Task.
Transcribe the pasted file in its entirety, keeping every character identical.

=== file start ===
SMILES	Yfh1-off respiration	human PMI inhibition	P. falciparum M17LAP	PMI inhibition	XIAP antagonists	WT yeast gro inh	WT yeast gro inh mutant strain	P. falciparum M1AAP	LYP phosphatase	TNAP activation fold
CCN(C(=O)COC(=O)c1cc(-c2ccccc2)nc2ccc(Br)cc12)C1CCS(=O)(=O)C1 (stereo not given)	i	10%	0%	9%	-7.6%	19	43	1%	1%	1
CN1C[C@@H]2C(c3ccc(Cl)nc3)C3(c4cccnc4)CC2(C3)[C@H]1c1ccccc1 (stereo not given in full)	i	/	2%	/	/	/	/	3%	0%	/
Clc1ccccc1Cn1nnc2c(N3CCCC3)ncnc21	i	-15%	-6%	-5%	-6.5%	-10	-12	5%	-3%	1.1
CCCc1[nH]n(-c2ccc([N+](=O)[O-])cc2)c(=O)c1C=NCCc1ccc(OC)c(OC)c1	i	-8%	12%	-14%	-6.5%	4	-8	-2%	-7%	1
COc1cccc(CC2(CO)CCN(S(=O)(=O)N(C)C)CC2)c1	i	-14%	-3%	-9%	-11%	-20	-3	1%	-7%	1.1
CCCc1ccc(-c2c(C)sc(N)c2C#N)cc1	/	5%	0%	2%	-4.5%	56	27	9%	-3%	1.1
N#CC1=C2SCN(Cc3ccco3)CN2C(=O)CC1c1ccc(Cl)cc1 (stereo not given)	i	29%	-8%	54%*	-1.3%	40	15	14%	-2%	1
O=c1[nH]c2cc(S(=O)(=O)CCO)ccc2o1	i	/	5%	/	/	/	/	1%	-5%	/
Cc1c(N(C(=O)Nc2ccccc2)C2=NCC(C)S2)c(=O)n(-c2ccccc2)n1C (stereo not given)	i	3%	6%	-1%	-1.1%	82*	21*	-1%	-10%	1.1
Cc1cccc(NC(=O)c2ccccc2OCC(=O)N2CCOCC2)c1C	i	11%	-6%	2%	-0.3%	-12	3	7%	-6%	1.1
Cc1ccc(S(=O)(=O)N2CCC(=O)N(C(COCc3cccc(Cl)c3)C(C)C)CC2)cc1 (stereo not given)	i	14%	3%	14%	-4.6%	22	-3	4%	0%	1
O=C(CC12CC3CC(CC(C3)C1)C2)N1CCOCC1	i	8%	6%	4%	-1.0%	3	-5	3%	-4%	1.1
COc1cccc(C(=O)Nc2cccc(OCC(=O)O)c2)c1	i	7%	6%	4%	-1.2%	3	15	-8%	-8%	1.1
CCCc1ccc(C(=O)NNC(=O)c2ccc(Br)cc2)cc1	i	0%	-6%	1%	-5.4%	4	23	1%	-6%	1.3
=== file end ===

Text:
SMILES	Yfh1-off respiration	human PMI inhibition	P. falciparum M17LAP	PMI inhibition	XIAP antagonists	WT yeast gro inh	WT yeast gro inh mutant strain	P. falciparum M1AAP	LYP phosphatase	TNAP activation fold
CCN(C(=O)COC(=O)c1cc(-c2ccccc2)nc2ccc(Br)cc12)C1CCS(=O)(=O)C1 (stereo not given)	i	10%	0%	9%	-7.6%	19	43	1%	1%	1
CN1C[C@@H]2C(c3ccc(Cl)nc3)C3(c4cccnc4)CC2(C3)[C@H]1c1ccccc1 (stereo not given in full)	i	/	2%	/	/	/	/	3%	0%	/
Clc1ccccc1Cn1nnc2c(N3CCCC3)ncnc21	i	-15%	-6%	-5%	-6.5%	-10	-12	5%	-3%	1.1
CCCc1[nH]n(-c2ccc([N+](=O)[O-])cc2)c(=O)c1C=NCCc1ccc(OC)c(OC)c1	i	-8%	12%	-14%	-6.5%	4	-8	-2%	-7%	1
COc1cccc(CC2(CO)CCN(S(=O)(=O)N(C)C)CC2)c1	i	-14%	-3%	-9%	-11%	-20	-3	1%	-7%	1.1
CCCc1ccc(-c2c(C)sc(N)c2C#N)cc1	/	5%	0%	2%	-4.5%	56	27	9%	-3%	1.1
N#CC1=C2SCN(Cc3ccco3)CN2C(=O)CC1c1ccc(Cl)cc1 (stereo not given)	i	29%	-8%	54%*	-1.3%	40	15	14%	-2%	1
O=c1[nH]c2cc(S(=O)(=O)CCO)ccc2o1	i	/	5%	/	/	/	/	1%	-5%	/
Cc1c(N(C(=O)Nc2ccccc2)C2=NCC(C)S2)c(=O)n(-c2ccccc2)n1C (stereo not given)	i	3%	6%	-1%	-1.1%	82*	21*	-1%	-10%	1.1
Cc1cccc(NC(=O)c2ccccc2OCC(=O)N2CCOCC2)c1C	i	11%	-6%	2%	-0.3%	-12	3	7%	-6%	1.1
Cc1ccc(S(=O)(=O)N2CCC(=O)N(C(COCc3cccc(Cl)c3)C(C)C)CC2)cc1 (stereo not given)	i	14%	3%	14%	-4.6%	22	-3	4%	0%	1
O=C(CC12CC3CC(CC(C3)C1)C2)N1CCOCC1	i	8%	6%	4%	-1.0%	3	-5	3%	-4%	1.1
COc1cccc(C(=O)Nc2cccc(OCC(=O)O)c2)c1	i	7%	6%	4%	-1.2%	3	15	-8%	-8%	1.1
CCCc1ccc(C(=O)NNC(=O)c2ccc(Br)cc2)cc1	i	0%	-6%	1%	-5.4%	4	23	1%	-6%	1.3